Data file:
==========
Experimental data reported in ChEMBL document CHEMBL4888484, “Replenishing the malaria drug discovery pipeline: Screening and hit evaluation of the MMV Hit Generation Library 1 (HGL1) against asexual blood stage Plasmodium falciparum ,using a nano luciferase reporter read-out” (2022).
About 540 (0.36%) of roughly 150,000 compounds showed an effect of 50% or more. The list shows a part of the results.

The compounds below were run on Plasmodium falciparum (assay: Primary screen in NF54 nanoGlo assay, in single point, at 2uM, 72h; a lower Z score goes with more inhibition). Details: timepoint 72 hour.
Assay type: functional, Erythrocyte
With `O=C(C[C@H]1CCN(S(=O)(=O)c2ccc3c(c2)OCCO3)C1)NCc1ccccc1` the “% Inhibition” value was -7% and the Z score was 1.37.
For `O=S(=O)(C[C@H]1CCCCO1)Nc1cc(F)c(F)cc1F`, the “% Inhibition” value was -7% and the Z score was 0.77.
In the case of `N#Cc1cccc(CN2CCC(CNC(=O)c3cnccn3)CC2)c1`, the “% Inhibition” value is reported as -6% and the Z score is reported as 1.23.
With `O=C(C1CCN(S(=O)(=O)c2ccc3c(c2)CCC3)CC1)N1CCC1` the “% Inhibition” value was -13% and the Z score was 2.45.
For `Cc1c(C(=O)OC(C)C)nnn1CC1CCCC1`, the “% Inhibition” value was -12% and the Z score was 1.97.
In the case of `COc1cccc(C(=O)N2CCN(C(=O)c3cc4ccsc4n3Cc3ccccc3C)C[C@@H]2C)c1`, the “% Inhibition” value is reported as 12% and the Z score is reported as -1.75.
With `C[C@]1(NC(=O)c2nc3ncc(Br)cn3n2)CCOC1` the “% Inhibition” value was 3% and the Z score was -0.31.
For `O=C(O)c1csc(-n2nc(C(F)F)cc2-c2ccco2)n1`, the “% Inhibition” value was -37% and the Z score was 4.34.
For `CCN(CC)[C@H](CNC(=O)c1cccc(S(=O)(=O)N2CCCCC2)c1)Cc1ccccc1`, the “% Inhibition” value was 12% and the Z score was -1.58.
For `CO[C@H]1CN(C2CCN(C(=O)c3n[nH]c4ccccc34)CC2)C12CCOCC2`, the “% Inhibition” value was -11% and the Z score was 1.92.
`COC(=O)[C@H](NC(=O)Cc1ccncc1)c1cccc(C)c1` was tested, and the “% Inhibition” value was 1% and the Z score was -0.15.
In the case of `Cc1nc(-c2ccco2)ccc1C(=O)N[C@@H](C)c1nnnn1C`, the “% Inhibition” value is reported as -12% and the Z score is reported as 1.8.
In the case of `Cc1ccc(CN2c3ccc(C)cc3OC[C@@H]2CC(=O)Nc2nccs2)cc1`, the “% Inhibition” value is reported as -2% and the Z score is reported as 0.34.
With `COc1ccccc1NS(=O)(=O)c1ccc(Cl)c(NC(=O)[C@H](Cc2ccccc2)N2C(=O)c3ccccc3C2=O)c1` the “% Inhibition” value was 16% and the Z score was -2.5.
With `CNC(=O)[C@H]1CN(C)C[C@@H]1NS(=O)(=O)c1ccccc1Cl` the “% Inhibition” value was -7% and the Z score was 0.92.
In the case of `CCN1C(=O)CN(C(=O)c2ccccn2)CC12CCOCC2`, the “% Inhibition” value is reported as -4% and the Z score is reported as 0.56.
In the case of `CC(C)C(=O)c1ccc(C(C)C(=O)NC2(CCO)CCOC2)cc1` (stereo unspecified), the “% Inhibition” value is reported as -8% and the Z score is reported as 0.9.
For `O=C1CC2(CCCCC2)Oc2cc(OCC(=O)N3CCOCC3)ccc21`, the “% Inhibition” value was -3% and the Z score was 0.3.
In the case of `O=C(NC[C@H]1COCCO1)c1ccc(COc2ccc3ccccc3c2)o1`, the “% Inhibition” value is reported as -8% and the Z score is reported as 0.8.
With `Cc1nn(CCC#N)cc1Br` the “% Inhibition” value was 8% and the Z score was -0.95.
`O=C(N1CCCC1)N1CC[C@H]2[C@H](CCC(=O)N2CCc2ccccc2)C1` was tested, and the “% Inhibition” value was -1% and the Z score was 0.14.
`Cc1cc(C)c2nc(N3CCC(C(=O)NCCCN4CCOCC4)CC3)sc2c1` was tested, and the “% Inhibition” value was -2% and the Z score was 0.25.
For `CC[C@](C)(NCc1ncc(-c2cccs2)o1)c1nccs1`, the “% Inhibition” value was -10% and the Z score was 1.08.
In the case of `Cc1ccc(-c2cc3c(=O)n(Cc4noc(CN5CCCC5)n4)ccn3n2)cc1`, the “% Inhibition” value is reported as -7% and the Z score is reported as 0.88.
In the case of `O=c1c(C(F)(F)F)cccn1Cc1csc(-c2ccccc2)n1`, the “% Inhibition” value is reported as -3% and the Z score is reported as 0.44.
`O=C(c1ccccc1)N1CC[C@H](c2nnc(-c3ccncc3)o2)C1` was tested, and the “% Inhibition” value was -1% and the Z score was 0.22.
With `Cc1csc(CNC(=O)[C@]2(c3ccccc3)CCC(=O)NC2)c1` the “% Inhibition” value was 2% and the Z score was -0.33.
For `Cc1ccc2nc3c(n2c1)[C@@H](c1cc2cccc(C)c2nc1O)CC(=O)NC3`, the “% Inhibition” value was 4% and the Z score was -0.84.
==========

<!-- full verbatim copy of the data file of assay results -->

Experimental data reported in ChEMBL document CHEMBL4888484, “Replenishing the malaria drug discovery pipeline: Screening and hit evaluation of the MMV Hit Generation Library 1 (HGL1) against asexual blood stage Plasmodium falciparum ,using a nano luciferase reporter read-out” (2022).
About 540 (0.36%) of roughly 150,000 compounds showed an effect of 50% or more. The list shows a part of the results.

The compounds below were run on Plasmodium falciparum (assay: Primary screen in NF54 nanoGlo assay, in single point, at 2uM, 72h; a lower Z score goes with more inhibition). Details: timepoint 72 hour.
Assay type: functional, Erythrocyte
With `O=C(C[C@H]1CCN(S(=O)(=O)c2ccc3c(c2)OCCO3)C1)NCc1ccccc1` the “% Inhibition” value was -7% and the Z score was 1.37.
For `O=S(=O)(C[C@H]1CCCCO1)Nc1cc(F)c(F)cc1F`, the “% Inhibition” value was -7% and the Z score was 0.77.
In the case of `N#Cc1cccc(CN2CCC(CNC(=O)c3cnccn3)CC2)c1`, the “% Inhibition” value is reported as -6% and the Z score is reported as 1.23.
With `O=C(C1CCN(S(=O)(=O)c2ccc3c(c2)CCC3)CC1)N1CCC1` the “% Inhibition” value was -13% and the Z score was 2.45.
For `Cc1c(C(=O)OC(C)C)nnn1CC1CCCC1`, the “% Inhibition” value was -12% and the Z score was 1.97.
In the case of `COc1cccc(C(=O)N2CCN(C(=O)c3cc4ccsc4n3Cc3ccccc3C)C[C@@H]2C)c1`, the “% Inhibition” value is reported as 12% and the Z score is reported as -1.75.
With `C[C@]1(NC(=O)c2nc3ncc(Br)cn3n2)CCOC1` the “% Inhibition” value was 3% and the Z score was -0.31.
For `O=C(O)c1csc(-n2nc(C(F)F)cc2-c2ccco2)n1`, the “% Inhibition” value was -37% and the Z score was 4.34.
For `CCN(CC)[C@H](CNC(=O)c1cccc(S(=O)(=O)N2CCCCC2)c1)Cc1ccccc1`, the “% Inhibition” value was 12% and the Z score was -1.58.
For `CO[C@H]1CN(C2CCN(C(=O)c3n[nH]c4ccccc34)CC2)C12CCOCC2`, the “% Inhibition” value was -11% and the Z score was 1.92.
`COC(=O)[C@H](NC(=O)Cc1ccncc1)c1cccc(C)c1` was tested, and the “% Inhibition” value was 1% and the Z score was -0.15.
In the case of `Cc1nc(-c2ccco2)ccc1C(=O)N[C@@H](C)c1nnnn1C`, the “% Inhibition” value is reported as -12% and the Z score is reported as 1.8.
In the case of `Cc1ccc(CN2c3ccc(C)cc3OC[C@@H]2CC(=O)Nc2nccs2)cc1`, the “% Inhibition” value is reported as -2% and the Z score is reported as 0.34.
With `COc1ccccc1NS(=O)(=O)c1ccc(Cl)c(NC(=O)[C@H](Cc2ccccc2)N2C(=O)c3ccccc3C2=O)c1` the “% Inhibition” value was 16% and the Z score was -2.5.
With `CNC(=O)[C@H]1CN(C)C[C@@H]1NS(=O)(=O)c1ccccc1Cl` the “% Inhibition” value was -7% and the Z score was 0.92.
In the case of `CCN1C(=O)CN(C(=O)c2ccccn2)CC12CCOCC2`, the “% Inhibition” value is reported as -4% and the Z score is reported as 0.56.
In the case of `CC(C)C(=O)c1ccc(C(C)C(=O)NC2(CCO)CCOC2)cc1` (stereo unspecified), the “% Inhibition” value is reported as -8% and the Z score is reported as 0.9.
For `O=C1CC2(CCCCC2)Oc2cc(OCC(=O)N3CCOCC3)ccc21`, the “% Inhibition” value was -3% and the Z score was 0.3.
In the case of `O=C(NC[C@H]1COCCO1)c1ccc(COc2ccc3ccccc3c2)o1`, the “% Inhibition” value is reported as -8% and the Z score is reported as 0.8.
With `Cc1nn(CCC#N)cc1Br` the “% Inhibition” value was 8% and the Z score was -0.95.
`O=C(N1CCCC1)N1CC[C@H]2[C@H](CCC(=O)N2CCc2ccccc2)C1` was tested, and the “% Inhibition” value was -1% and the Z score was 0.14.
`Cc1cc(C)c2nc(N3CCC(C(=O)NCCCN4CCOCC4)CC3)sc2c1` was tested, and the “% Inhibition” value was -2% and the Z score was 0.25.
For `CC[C@](C)(NCc1ncc(-c2cccs2)o1)c1nccs1`, the “% Inhibition” value was -10% and the Z score was 1.08.
In the case of `Cc1ccc(-c2cc3c(=O)n(Cc4noc(CN5CCCC5)n4)ccn3n2)cc1`, the “% Inhibition” value is reported as -7% and the Z score is reported as 0.88.
In the case of `O=c1c(C(F)(F)F)cccn1Cc1csc(-c2ccccc2)n1`, the “% Inhibition” value is reported as -3% and the Z score is reported as 0.44.
`O=C(c1ccccc1)N1CC[C@H](c2nnc(-c3ccncc3)o2)C1` was tested, and the “% Inhibition” value was -1% and the Z score was 0.22.
With `Cc1csc(CNC(=O)[C@]2(c3ccccc3)CCC(=O)NC2)c1` the “% Inhibition” value was 2% and the Z score was -0.33.
For `Cc1ccc2nc3c(n2c1)[C@@H](c1cc2cccc(C)c2nc1O)CC(=O)NC3`, the “% Inhibition” value was 4% and the Z score was -0.84.